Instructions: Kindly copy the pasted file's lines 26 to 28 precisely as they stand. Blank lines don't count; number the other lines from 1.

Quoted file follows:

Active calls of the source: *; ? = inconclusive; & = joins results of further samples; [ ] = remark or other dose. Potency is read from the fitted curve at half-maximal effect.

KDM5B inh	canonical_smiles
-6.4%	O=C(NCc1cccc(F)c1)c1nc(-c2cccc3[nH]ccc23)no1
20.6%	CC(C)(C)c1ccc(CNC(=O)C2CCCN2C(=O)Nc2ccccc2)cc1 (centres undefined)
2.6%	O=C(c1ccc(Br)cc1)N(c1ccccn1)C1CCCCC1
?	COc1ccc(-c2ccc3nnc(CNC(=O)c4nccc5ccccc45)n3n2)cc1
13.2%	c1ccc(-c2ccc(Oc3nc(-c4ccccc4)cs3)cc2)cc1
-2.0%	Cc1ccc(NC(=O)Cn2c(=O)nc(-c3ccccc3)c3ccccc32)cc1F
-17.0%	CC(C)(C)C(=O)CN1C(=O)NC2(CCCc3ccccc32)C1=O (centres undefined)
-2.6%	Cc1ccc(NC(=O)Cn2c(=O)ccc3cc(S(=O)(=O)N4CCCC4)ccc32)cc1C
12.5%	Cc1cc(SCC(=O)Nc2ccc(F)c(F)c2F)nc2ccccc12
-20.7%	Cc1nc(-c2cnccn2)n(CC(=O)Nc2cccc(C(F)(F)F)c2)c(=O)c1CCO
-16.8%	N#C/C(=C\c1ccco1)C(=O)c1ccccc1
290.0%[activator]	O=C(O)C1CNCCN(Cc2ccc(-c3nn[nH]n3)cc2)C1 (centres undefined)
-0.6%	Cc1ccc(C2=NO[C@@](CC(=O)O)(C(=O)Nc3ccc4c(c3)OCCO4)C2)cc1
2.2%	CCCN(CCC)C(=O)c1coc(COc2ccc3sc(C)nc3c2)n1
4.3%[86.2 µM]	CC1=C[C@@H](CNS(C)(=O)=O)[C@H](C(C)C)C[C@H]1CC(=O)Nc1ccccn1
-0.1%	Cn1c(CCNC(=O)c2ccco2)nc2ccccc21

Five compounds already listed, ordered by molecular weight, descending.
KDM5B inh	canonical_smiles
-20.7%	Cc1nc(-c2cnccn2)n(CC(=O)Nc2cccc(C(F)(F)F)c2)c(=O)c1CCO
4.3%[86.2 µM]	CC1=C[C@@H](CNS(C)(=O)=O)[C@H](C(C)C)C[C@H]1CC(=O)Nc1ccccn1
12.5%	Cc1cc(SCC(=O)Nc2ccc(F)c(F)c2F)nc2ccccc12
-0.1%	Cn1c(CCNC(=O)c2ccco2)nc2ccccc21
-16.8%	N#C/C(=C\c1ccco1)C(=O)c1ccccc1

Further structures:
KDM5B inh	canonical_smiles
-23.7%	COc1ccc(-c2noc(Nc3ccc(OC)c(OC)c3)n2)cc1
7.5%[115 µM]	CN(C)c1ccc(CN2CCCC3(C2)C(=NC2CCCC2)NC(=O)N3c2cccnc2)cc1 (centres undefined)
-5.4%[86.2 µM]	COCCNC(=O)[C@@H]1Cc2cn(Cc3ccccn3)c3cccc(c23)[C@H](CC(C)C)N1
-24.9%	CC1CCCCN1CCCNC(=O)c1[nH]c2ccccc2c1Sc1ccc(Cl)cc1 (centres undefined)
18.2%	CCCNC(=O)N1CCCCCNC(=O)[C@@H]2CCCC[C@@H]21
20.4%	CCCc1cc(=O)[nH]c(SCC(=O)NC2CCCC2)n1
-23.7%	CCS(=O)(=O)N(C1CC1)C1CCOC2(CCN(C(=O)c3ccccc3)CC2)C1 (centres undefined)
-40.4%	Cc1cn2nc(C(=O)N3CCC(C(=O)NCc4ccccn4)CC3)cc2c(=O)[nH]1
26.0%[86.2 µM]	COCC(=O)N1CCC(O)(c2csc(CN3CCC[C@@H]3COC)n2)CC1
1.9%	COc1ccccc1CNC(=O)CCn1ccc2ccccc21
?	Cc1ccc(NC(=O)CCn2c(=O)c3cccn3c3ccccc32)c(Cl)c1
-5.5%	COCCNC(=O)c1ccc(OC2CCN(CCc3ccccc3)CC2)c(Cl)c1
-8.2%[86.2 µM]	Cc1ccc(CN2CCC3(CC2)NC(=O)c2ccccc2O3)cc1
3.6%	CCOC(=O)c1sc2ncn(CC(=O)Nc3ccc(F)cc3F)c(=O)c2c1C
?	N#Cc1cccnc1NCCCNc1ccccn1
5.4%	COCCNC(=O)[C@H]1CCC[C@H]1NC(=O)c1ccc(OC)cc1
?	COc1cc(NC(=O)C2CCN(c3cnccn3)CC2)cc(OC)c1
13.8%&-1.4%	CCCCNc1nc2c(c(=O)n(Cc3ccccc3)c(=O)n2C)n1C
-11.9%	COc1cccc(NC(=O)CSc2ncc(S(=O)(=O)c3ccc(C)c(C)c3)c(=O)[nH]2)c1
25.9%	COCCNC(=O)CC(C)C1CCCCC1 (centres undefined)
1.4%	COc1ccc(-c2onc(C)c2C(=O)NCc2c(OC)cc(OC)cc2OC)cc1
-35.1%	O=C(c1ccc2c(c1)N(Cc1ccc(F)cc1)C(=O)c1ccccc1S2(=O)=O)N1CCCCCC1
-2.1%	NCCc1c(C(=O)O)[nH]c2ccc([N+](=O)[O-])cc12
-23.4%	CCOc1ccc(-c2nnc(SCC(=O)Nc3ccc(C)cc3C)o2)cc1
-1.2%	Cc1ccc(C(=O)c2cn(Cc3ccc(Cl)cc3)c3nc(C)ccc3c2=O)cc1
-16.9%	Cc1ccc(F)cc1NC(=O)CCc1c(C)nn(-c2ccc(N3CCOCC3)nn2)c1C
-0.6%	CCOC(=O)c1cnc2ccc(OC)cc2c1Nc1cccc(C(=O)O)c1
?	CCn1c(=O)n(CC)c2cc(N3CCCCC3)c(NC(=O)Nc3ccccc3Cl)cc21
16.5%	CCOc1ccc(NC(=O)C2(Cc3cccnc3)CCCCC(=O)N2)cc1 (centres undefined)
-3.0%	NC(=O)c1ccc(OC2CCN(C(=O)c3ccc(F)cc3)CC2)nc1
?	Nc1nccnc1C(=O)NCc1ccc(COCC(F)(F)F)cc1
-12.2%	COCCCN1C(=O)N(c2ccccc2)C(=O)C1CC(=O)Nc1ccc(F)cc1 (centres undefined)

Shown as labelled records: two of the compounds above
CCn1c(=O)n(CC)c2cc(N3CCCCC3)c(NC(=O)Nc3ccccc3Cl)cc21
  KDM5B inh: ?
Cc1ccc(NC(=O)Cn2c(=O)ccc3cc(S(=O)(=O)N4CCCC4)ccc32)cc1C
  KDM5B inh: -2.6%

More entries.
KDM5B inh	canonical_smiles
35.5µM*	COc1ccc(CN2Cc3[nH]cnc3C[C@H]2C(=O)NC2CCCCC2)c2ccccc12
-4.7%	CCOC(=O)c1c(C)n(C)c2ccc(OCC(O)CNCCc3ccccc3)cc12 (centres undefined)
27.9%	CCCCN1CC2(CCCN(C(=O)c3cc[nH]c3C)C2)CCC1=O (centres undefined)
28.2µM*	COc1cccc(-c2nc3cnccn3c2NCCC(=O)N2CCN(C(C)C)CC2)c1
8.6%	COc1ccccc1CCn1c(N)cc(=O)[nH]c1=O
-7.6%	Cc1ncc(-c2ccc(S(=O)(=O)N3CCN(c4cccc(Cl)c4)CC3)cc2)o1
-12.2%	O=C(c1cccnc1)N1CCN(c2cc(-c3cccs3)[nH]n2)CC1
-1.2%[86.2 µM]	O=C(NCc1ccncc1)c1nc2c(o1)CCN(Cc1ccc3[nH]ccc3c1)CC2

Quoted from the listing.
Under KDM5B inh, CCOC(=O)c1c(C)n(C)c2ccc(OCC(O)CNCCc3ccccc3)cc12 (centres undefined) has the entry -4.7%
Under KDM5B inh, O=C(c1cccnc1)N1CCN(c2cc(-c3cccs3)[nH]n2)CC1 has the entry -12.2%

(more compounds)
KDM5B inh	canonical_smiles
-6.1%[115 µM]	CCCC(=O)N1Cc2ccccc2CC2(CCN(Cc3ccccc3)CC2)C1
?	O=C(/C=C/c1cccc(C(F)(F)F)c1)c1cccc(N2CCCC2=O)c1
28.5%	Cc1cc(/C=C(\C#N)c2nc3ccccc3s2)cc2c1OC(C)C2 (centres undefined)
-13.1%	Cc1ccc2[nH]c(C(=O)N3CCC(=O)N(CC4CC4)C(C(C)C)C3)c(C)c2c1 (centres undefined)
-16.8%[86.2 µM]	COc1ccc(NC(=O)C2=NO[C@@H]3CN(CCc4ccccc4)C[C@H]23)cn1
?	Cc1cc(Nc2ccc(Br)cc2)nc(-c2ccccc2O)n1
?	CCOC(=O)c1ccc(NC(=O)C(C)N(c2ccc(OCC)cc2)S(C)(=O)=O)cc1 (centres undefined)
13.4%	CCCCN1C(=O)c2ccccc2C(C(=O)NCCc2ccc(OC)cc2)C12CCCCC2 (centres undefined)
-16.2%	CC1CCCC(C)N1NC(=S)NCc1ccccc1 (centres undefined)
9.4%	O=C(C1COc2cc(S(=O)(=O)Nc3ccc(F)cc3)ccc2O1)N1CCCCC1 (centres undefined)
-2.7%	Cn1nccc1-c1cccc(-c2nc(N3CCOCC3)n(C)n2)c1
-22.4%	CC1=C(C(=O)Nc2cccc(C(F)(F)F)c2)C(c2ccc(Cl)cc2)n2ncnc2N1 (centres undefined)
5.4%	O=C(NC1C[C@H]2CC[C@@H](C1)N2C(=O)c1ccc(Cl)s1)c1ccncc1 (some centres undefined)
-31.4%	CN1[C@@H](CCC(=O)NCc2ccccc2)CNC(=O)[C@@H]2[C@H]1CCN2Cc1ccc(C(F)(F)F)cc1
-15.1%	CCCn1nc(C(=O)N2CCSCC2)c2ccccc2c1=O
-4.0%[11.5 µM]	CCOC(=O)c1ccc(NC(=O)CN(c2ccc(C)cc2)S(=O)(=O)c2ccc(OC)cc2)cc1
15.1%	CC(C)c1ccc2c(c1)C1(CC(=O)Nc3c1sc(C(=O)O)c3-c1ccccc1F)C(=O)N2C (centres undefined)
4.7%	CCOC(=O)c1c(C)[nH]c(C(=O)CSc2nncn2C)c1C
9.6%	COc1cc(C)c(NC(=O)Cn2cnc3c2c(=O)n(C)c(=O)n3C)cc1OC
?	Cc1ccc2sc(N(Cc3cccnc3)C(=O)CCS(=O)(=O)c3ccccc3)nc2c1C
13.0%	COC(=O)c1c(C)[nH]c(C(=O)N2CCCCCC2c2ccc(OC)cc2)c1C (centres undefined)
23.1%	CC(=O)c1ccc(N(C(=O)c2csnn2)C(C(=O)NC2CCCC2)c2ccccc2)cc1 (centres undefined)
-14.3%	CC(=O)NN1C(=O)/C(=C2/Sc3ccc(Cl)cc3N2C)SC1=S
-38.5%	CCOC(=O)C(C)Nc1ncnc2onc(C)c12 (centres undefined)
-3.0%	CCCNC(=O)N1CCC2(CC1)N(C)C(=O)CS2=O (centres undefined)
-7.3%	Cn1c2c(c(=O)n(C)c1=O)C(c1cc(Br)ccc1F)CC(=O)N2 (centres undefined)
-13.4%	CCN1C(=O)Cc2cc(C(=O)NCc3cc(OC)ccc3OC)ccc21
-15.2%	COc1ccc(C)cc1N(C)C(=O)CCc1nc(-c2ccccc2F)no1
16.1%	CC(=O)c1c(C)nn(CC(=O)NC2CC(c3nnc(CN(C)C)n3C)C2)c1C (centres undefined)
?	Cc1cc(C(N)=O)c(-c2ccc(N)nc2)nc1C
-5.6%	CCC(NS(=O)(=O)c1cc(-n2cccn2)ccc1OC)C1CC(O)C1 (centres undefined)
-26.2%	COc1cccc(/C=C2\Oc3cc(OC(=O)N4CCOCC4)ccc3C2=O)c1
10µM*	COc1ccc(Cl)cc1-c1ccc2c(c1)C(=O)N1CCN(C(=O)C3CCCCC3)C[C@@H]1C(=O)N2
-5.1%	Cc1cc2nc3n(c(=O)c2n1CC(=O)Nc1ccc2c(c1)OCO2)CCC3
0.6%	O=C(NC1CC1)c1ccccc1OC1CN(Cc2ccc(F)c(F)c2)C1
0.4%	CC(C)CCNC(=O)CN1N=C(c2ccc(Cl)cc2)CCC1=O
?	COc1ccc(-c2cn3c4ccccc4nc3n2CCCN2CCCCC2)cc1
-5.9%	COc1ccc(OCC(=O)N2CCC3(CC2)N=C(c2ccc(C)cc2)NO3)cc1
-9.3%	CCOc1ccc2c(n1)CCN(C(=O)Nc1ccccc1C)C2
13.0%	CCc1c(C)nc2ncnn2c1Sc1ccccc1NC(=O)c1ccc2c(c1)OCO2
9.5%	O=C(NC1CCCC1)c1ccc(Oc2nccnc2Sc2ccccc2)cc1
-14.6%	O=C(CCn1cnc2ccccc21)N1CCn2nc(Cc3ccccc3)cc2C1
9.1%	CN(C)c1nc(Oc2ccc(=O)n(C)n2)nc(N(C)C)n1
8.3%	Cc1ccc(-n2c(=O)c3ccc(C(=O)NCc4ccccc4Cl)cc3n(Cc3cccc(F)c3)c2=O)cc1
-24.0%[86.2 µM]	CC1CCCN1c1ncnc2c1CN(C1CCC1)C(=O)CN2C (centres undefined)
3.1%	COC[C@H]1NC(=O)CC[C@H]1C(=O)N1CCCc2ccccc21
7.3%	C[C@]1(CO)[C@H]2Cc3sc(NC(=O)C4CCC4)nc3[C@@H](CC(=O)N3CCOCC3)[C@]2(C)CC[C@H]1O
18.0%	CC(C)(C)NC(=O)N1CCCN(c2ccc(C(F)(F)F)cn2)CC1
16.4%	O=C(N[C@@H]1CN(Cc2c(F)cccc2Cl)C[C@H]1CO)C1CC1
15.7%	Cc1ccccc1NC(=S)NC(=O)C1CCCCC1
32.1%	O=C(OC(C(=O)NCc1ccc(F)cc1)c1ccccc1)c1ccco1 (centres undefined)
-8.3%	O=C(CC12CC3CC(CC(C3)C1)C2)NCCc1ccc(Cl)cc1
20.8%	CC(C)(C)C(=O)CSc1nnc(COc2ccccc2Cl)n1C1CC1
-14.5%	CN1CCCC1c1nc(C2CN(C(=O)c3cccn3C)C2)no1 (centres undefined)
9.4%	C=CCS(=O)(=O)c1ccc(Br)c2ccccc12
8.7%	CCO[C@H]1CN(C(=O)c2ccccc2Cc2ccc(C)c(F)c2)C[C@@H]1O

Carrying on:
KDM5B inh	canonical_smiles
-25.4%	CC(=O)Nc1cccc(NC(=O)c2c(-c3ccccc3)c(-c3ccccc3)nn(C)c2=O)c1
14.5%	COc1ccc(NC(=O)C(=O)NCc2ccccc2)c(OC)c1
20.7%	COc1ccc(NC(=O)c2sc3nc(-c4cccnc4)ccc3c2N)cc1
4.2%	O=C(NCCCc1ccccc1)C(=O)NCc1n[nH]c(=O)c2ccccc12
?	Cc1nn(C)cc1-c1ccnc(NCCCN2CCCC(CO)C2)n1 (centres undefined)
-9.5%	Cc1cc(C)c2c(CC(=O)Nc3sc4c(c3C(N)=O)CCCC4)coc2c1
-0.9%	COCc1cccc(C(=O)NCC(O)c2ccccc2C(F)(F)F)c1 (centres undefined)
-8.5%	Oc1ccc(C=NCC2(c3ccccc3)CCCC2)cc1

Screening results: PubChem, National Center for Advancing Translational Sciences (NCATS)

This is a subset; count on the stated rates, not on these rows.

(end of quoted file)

Further structures:
KDM5B inh	canonical_smiles
-23.7%	COc1ccc(-c2noc(Nc3ccc(OC)c(OC)c3)n2)cc1